There are two definitions for the word compulsion.
compulsion |kəmˈpəlSHən| noun
1 the action or state of forcing or being forced to do something; constraint:
2 an irresistible urge to behave in a certain way, esp. against one’s conscious wishes:
It sounds like an ugly word. Kind of like ‘repulsion.’ And by definition, a ‘compulsion’ doesn’t sound so nice.
I have a compulsion to write. To me, this is a great thing. To most people around me, it’s not.
So many people badger me about my writing. Most don’t seem to understand what writing does for me. One friend compared my need to write to his need to play video games. This surprised me… that he could think these two things are the same. If he was compelled to develop video games, I would understand. But to play? To me, playing video games is more akin to reading rather than writing… then again, I wasn’t admitted in the gifted and talented program in elementary school because I sucked at analogous relationships. (And THAT is something most people don’t know about me.)
Am I often compelled to read? Hell, yes, I am. I just went through it this past week with Divergent and Insurgent by Veronica Roth. Even with a migraine, I craved to finish the books. I had to buy the audiobook to finish the second book because I couldn’t read with the headache. And then, once I start a book, I like to completely immerse myself in whatever world the author has created. It consumes me. Five hours straight of reading/listening is not unheard of… in fact, I prefer it. I love that.
But the enjoyment I get out of reading is not the same as what I get out of writing. I love when books make me think, but I love creating my own worlds and characters much more. I love it. I want it. I need it. Physically, mentally, physiologically I need to write. When I don’t, I fall apart. It’s as if my brain gets so cluttered that I feel like I lose control of everything… the imaginary life I’m creating… and myself, in my real life. I get sad, depressed. I feel guilt, and remorse, and stress, and out of breath, panicked, and lost.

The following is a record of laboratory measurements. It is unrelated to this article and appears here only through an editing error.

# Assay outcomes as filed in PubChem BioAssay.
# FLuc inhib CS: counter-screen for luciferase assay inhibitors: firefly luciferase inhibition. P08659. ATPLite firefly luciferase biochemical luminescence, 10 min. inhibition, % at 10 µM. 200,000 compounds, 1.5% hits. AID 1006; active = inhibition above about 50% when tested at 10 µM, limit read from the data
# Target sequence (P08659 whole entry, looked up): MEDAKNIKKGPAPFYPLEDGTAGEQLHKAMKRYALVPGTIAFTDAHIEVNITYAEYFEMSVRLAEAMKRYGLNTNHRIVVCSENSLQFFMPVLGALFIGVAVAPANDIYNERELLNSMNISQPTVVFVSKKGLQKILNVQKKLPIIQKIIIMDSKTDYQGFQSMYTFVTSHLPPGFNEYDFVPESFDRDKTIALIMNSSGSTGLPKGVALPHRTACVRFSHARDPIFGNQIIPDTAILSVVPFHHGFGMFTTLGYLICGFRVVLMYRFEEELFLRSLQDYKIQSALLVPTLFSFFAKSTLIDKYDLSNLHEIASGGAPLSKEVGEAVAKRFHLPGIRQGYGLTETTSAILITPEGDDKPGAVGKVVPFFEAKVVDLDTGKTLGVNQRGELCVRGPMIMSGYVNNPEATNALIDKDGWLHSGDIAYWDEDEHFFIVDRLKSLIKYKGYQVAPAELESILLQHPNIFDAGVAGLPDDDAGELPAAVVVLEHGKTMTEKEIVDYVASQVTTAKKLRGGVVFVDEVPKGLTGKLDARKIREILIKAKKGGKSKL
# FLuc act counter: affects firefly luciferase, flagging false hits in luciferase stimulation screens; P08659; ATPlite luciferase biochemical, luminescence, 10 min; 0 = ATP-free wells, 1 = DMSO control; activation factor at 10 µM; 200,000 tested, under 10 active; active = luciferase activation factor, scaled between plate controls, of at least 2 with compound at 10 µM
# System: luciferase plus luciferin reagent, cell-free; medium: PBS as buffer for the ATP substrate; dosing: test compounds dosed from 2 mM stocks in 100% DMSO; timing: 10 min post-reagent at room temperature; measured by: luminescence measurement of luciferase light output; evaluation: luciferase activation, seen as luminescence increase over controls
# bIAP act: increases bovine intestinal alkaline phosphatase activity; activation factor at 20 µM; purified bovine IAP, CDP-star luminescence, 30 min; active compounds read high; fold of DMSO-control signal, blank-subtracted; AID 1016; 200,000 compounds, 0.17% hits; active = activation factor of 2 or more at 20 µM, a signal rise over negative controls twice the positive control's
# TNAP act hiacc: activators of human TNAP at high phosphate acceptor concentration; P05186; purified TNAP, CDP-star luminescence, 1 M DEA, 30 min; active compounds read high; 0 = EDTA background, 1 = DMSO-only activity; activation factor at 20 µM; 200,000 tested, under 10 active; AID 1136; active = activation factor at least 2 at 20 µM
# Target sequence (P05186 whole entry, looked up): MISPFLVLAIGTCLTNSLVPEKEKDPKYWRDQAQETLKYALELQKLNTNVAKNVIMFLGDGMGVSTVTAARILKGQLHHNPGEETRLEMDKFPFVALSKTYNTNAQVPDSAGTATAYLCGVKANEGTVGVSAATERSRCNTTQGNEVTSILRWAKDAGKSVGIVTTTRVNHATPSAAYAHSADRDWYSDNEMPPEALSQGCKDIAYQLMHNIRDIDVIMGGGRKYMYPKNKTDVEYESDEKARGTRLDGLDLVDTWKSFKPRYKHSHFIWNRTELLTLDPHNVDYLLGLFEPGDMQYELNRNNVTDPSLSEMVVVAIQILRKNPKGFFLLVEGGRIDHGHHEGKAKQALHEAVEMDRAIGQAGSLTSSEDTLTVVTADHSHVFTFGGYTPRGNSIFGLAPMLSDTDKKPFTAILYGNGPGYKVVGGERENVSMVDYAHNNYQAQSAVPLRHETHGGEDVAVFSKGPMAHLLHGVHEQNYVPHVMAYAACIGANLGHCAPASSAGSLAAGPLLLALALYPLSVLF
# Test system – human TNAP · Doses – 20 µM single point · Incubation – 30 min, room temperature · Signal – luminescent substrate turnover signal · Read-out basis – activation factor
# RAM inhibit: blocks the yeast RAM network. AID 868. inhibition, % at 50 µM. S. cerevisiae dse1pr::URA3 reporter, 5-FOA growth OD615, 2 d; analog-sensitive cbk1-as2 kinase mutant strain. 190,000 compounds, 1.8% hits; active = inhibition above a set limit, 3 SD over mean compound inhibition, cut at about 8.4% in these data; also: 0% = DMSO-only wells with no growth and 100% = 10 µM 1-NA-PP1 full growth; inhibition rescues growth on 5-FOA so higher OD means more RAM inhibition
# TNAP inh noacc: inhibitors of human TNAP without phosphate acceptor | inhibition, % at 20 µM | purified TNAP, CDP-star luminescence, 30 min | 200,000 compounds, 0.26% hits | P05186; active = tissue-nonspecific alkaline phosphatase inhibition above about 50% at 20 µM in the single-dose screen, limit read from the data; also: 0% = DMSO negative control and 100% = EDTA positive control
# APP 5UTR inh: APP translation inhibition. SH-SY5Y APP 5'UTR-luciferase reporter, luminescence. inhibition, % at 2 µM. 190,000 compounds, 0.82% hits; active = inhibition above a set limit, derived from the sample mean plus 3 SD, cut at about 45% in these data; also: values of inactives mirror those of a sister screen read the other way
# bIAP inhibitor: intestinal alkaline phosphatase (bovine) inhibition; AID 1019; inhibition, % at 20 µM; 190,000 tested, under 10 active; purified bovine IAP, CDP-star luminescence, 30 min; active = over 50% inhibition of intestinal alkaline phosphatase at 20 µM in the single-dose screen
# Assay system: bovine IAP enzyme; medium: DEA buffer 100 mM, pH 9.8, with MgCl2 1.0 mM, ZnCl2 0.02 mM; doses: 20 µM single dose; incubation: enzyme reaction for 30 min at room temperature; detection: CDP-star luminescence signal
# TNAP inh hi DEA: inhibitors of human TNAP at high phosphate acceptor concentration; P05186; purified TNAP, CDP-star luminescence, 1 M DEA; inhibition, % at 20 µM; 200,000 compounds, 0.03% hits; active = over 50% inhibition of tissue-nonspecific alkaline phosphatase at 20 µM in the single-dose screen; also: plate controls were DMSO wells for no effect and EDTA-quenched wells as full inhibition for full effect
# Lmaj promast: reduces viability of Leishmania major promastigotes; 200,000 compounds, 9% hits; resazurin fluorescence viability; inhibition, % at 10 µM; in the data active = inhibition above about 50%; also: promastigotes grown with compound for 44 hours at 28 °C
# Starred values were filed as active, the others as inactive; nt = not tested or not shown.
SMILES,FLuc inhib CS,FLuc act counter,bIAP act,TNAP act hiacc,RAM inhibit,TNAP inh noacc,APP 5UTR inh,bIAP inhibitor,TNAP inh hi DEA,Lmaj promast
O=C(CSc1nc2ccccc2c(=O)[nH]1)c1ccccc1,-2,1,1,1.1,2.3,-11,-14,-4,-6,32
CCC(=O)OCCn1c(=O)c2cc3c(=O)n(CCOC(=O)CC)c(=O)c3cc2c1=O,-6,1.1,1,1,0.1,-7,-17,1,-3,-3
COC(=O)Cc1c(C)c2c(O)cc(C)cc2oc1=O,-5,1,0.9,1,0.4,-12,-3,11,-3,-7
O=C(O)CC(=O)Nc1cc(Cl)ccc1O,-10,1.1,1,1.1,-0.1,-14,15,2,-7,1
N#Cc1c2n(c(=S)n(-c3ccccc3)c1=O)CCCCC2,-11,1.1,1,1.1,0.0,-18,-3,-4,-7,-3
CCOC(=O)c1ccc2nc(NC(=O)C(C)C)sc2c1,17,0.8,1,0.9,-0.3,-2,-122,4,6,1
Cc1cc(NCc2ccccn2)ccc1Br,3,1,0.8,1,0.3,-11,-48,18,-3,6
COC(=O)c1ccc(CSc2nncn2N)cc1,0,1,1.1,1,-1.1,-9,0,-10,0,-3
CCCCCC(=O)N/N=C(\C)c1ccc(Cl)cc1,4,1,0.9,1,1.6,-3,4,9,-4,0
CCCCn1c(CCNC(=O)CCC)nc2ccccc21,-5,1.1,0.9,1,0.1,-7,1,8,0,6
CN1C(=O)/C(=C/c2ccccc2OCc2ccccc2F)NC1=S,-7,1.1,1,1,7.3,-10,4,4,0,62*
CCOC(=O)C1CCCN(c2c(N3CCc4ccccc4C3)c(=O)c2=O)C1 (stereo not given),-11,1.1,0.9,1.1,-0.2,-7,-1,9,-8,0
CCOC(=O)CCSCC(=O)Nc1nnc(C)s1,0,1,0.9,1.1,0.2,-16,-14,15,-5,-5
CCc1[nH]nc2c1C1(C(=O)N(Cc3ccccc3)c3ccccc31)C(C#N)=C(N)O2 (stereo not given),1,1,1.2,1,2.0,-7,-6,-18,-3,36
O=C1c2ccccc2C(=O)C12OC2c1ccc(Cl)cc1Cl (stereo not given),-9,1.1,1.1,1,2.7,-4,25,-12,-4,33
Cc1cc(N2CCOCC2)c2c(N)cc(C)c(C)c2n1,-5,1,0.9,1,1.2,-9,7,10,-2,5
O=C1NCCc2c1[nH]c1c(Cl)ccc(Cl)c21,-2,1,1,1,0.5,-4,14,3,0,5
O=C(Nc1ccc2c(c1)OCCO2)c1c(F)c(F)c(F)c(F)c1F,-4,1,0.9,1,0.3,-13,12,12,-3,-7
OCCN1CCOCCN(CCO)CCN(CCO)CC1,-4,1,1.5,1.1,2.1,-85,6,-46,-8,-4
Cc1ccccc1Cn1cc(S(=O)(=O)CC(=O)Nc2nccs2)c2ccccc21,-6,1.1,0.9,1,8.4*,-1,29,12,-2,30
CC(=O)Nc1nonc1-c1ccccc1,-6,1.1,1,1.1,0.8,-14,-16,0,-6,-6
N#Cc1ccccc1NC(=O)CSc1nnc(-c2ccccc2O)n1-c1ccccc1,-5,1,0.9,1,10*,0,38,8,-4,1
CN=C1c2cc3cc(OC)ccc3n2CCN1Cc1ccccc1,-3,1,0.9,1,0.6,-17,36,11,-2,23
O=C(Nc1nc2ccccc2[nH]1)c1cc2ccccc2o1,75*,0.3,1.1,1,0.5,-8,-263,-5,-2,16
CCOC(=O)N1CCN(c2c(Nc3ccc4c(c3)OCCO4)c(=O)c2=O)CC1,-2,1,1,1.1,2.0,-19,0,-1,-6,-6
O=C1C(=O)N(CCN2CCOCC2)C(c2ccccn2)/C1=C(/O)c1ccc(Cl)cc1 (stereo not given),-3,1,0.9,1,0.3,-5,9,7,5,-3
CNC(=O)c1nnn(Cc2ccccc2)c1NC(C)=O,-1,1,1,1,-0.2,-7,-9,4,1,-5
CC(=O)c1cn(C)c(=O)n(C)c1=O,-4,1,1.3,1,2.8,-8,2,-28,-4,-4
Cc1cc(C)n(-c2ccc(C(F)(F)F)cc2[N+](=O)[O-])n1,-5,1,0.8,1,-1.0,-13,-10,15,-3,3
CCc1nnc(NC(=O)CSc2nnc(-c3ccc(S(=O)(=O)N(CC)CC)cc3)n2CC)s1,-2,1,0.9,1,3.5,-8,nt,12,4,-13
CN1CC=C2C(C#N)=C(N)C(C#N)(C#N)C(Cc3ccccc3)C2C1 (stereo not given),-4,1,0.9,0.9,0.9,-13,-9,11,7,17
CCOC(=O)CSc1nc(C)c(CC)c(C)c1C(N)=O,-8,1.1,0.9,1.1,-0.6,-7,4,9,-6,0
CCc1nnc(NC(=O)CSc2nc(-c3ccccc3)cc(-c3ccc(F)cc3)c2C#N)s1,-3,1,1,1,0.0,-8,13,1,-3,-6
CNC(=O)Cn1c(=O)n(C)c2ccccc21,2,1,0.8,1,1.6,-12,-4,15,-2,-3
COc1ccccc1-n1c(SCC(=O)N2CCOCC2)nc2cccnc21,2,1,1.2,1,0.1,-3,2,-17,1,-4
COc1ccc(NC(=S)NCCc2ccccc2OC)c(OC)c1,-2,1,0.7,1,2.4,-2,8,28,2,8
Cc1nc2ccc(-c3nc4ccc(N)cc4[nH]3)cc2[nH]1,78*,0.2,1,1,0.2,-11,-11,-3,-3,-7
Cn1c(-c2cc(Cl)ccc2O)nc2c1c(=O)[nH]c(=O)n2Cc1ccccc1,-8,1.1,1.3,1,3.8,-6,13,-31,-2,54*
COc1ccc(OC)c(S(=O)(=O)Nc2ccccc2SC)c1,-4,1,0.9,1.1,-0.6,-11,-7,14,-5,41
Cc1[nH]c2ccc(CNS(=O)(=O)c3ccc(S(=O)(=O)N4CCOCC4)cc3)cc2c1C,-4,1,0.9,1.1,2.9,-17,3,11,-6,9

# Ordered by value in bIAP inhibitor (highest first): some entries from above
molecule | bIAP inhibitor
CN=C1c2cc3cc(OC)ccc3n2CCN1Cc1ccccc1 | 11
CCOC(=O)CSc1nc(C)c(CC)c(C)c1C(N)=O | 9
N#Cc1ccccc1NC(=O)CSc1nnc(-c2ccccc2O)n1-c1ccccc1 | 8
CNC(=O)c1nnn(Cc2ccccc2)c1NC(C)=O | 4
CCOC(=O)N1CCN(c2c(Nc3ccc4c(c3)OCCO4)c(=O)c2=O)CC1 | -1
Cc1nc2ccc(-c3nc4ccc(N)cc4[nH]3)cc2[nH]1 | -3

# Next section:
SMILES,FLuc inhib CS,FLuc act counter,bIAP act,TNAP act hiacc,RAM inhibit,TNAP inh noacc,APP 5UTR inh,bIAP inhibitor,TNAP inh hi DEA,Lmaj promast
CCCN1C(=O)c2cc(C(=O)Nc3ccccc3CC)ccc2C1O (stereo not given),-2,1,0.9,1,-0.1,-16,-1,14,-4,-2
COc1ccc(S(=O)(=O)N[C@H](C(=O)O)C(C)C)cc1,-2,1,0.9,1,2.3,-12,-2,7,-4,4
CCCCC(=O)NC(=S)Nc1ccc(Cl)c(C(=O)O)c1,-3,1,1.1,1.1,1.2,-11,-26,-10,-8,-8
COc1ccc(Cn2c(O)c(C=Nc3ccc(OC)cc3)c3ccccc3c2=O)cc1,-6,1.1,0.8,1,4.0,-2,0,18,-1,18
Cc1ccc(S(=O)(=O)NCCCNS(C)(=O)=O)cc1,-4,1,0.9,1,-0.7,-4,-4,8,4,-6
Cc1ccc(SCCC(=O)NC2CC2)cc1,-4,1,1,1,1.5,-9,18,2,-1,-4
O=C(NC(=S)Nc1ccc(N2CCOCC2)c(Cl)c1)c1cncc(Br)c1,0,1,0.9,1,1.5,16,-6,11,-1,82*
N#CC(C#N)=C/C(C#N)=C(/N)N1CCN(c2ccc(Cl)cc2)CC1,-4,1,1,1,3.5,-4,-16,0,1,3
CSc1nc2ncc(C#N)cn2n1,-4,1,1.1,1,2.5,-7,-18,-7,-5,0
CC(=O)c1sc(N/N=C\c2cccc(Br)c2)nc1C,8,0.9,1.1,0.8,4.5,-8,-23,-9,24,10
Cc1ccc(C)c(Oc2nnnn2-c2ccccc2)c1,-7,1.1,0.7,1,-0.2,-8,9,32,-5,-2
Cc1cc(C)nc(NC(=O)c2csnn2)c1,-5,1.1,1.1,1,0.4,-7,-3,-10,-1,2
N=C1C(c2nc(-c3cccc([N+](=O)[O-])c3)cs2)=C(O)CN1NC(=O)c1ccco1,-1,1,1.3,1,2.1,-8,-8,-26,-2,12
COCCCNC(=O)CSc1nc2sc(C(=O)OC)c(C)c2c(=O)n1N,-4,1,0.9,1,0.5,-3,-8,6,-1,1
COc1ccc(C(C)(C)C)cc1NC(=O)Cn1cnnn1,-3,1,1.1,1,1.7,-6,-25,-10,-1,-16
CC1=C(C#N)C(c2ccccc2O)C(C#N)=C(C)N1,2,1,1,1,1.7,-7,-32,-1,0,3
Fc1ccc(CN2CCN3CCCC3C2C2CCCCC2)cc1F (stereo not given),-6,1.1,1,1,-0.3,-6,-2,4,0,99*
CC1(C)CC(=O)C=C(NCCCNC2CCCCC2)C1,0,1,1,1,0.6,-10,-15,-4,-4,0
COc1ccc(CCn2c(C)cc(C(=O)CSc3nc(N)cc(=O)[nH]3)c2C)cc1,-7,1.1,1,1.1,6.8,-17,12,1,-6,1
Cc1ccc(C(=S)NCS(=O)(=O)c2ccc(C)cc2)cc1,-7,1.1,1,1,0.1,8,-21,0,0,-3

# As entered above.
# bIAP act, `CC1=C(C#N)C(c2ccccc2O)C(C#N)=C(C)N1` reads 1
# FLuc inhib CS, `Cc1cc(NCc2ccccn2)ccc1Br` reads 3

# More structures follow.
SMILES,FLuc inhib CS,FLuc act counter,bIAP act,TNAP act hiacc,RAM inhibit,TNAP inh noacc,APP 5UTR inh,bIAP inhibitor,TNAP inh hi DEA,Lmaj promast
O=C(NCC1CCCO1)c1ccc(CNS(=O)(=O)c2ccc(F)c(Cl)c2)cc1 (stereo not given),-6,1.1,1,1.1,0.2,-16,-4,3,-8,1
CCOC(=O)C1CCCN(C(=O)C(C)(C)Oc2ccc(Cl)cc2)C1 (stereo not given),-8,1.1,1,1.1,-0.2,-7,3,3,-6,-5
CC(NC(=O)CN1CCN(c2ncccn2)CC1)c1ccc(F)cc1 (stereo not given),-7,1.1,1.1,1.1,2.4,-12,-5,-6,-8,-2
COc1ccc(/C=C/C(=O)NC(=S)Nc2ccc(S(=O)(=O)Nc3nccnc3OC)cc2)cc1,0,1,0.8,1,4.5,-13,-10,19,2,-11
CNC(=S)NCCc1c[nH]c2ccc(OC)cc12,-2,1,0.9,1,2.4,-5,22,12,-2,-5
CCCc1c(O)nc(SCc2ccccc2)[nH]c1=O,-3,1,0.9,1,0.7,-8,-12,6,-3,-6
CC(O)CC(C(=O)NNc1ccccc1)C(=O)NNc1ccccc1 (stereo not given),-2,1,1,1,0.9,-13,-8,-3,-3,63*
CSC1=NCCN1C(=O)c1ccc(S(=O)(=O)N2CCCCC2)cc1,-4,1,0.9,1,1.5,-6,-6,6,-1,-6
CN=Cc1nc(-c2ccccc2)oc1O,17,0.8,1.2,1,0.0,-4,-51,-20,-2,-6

Do I think writing is the only creative outlet I could use to rid myself of these negative feelings? No. But the important piece in this is ‘creativity.’ Over the years, I’ve had other compulsions. Obsessions, some would call them. There was photography and digital editing. There was jewelry making. There was a two-year pursuit of an invention that could have probably been something if I hadn’t pushed the creative boundaries as far as they could go and grown bored with it. With all of those other things, though, there were self-imposed boundaries that I couldn’t cross that killed the creative process.
With writing, I feel unfettered. I feel like there are no boundaries, and my brain keeps churning out new people and worlds and situations on its own. It’s effortless to me. The ideas come to me even when I don’t want them to. I record or write down as much as possible, as much as I need to push me forward the next time I sit down to write. I’d worried when I started writing that I’d give up on it like I’d given up on other things, but the thought to quit has never once crossed my mind since I started. It helps when there are friends around who push me forward and urge me to continue so they can read more of what I write… but even without them, and without sales, I know that this is something I want to do. That I need to do. For myself, above all.
These characters are a part of who I am, and letting them live and breathe keeps me alive and breathing. It’s symbiotic, what we do. Without them, I have nothing. Without me, they have nothing. To me, it’s a beautiful thing, and it’s helped me to except a certain level of insanity that I truly think I carry with me every day. The good thing is, I’ve met so many other authors and artists who say the same thing. Among those people, my insanity is normal. Expected, even.
What I’ve discovered is that I need more artists and visionaries in my life. I love my close circle of friends, I do, but very few of them can truly accept me for who I am and the way I live my life. Few of them can accept that I’d rather spend an evening with Steven or Emi or Livvy than with them. Hardly any of them will engage me in the dreamy alternate-reality conversations I’d like to have. So many of them want me to change.
Leave your apartment more.
Go more places.
Meet new people.
Watch TV (what?!!).
I’m not wired that way… and that’s okay. I’m compelled to write. It’s my passion. It’s not a bad thing at all. It’s what I do, and it’s what I do best. And I will no longer make apologies for my differences. Now if I could just get everyone around me to embrace them.